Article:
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From "Inside Ventura County," July 23, 2001:

 

Familiar face at Senior Center once shone on silver screen

By David Nankivell, columnist

His face is familiar. His smile brings back the yesterdays of our lives. Where was it that I saw that face? Richard Mayer, 82, of Simi Valley, does more listening now than talking. Mayer has difficulty remembering his own colorful career on stage, screen and radio. It's easier for strangers looking beyond his white hair and smiling countenance to trigger memories of the man whose matinee face is part of their past. But what's the name that goes with it?

Now, Mayer fits in well with the snowball heads of the Silent Majority. He carries a food tray back to his lunch table at the Simi Valley Senior Center and noontime diners crane necks searching their recall for a name to go with that face.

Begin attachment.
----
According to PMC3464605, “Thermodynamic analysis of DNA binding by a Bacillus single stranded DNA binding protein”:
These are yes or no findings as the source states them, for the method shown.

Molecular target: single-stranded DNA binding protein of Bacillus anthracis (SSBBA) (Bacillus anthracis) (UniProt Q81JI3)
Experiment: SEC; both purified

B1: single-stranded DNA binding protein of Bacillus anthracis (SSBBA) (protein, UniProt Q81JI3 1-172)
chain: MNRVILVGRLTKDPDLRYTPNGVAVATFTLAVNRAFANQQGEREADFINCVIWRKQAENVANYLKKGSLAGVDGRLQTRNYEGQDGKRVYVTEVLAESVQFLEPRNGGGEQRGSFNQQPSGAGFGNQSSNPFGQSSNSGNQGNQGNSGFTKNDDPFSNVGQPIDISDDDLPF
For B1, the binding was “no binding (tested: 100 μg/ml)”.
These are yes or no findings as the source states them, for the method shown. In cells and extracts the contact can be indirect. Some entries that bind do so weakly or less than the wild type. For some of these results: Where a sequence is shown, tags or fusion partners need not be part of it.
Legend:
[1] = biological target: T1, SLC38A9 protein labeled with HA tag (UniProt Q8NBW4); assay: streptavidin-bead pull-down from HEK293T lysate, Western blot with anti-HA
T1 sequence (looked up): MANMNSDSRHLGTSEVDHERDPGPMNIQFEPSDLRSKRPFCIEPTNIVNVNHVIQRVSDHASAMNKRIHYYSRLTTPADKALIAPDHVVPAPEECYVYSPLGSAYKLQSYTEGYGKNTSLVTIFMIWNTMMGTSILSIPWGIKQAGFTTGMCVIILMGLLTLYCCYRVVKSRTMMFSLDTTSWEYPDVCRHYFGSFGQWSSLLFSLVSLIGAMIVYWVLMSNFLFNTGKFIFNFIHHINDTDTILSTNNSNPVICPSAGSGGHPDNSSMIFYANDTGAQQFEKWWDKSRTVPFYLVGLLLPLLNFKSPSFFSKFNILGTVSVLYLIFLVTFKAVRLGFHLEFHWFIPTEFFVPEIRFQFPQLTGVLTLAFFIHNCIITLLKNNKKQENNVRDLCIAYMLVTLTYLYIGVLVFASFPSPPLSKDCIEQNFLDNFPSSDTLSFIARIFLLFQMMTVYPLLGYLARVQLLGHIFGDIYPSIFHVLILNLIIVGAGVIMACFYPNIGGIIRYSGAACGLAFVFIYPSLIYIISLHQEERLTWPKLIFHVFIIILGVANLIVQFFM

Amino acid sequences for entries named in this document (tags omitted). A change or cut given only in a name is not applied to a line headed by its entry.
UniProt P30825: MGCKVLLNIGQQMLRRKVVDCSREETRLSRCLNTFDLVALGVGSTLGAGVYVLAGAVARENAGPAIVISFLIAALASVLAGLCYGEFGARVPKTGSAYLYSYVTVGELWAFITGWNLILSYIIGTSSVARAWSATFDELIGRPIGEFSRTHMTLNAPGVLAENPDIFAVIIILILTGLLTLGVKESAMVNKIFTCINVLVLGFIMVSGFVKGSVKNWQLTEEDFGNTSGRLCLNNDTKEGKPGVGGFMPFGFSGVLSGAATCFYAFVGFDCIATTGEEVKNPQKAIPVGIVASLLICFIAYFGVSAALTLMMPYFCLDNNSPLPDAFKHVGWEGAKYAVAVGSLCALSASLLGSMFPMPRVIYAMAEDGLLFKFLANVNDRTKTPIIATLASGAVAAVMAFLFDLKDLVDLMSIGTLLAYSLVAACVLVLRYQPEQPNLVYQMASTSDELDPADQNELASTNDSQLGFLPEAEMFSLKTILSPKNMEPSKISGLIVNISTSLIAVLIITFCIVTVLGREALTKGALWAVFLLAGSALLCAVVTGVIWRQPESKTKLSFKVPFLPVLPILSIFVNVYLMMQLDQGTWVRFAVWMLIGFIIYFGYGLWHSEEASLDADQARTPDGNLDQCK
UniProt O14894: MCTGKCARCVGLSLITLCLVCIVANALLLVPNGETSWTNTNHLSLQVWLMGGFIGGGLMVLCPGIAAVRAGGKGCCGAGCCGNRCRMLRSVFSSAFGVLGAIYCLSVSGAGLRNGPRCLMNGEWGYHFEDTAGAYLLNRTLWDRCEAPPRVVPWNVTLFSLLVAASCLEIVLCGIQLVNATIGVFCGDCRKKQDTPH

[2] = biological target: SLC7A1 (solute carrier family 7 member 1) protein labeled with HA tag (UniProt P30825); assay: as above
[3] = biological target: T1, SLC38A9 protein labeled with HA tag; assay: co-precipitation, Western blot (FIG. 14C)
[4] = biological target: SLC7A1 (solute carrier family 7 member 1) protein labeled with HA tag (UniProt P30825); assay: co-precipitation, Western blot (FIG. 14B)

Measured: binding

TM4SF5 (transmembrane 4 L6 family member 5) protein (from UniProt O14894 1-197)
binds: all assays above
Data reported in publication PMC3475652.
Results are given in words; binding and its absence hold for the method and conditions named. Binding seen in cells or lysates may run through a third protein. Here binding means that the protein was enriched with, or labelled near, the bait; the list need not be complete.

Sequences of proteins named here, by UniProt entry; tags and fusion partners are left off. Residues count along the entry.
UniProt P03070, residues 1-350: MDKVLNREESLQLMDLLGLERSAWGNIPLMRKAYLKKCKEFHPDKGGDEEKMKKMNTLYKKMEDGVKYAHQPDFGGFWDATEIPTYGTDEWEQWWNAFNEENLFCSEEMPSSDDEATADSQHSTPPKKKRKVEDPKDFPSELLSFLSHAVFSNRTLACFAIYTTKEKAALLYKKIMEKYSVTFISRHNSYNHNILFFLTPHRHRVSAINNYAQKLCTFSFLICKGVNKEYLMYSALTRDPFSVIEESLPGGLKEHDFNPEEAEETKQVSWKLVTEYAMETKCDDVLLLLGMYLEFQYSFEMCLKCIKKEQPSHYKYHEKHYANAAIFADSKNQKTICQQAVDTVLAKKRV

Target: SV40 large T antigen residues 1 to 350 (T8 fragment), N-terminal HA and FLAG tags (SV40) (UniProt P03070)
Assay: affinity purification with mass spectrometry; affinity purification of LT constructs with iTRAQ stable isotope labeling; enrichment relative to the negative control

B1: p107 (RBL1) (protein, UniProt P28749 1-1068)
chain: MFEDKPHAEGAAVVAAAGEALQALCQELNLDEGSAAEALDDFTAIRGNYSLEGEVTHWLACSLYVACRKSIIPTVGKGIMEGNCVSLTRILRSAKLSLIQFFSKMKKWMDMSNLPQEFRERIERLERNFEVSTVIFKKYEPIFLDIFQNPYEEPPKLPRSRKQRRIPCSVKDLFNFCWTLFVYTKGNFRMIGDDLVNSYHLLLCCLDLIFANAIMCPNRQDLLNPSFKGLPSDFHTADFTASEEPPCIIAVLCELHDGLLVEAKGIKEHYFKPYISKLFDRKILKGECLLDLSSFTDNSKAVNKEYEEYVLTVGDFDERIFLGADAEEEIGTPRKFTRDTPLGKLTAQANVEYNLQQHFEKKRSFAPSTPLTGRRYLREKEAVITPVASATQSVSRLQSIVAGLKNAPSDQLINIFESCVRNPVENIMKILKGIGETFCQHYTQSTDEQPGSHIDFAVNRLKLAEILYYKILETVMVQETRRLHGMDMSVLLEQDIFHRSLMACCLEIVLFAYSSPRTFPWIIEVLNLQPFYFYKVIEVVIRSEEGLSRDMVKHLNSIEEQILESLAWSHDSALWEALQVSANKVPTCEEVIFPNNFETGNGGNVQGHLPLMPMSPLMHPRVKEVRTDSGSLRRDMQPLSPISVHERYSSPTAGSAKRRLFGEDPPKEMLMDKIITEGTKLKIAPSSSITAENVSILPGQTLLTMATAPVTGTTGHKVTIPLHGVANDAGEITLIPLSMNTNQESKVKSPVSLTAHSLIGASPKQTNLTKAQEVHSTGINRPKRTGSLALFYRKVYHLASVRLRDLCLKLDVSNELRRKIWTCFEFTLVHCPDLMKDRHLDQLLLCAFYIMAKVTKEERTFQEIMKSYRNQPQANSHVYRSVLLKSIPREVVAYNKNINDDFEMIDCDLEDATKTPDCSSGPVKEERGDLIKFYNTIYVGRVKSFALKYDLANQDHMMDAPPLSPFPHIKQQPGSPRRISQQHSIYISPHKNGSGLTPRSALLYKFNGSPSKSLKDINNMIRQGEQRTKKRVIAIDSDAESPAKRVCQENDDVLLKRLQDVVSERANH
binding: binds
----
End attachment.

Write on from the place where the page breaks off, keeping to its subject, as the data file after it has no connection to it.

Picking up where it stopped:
Mayer smiles when asked if he is retired now. His eyes twinkle, and he nods his head and says, "For right now!" Mayer helps out, now and then, when vendor trucks bring in bread or cakes, and helps load groaning tables at the center. Lean and tall, this agile senior appears ready to return to his artistic career as a judge, or lawyer, or even an extra in the crowd. Richard Mayer has appeared in such films as "There's Always Tomorrow," with Fred Mac Murray and Barbara Stanwyck; "No Room For The Groom," with Tony Curtis and Piper Laurie; "The First Legion," with Charles Boyer; "Mystery Submarine," with McDonald Carey, and countless others.

If you, or your spouse, served in the armed forces during the WWII, you ate chow and watched that same face in more than 60 military training films on how to do everything from brush your teeth the correct way to field-stripping your M-1 rifle. Every film was made at the Signal Corps Photographic Center in Astoria, New York, and Mayer either directed or acted in every one. Among some of Mayer's stage credits were, "Death Takes a Holiday," "The Barretts of Wimpole Street," "Dracula," and "The Shining Hour" and many more. Was acting a good way to make a living? Why not ask ... what's his name again?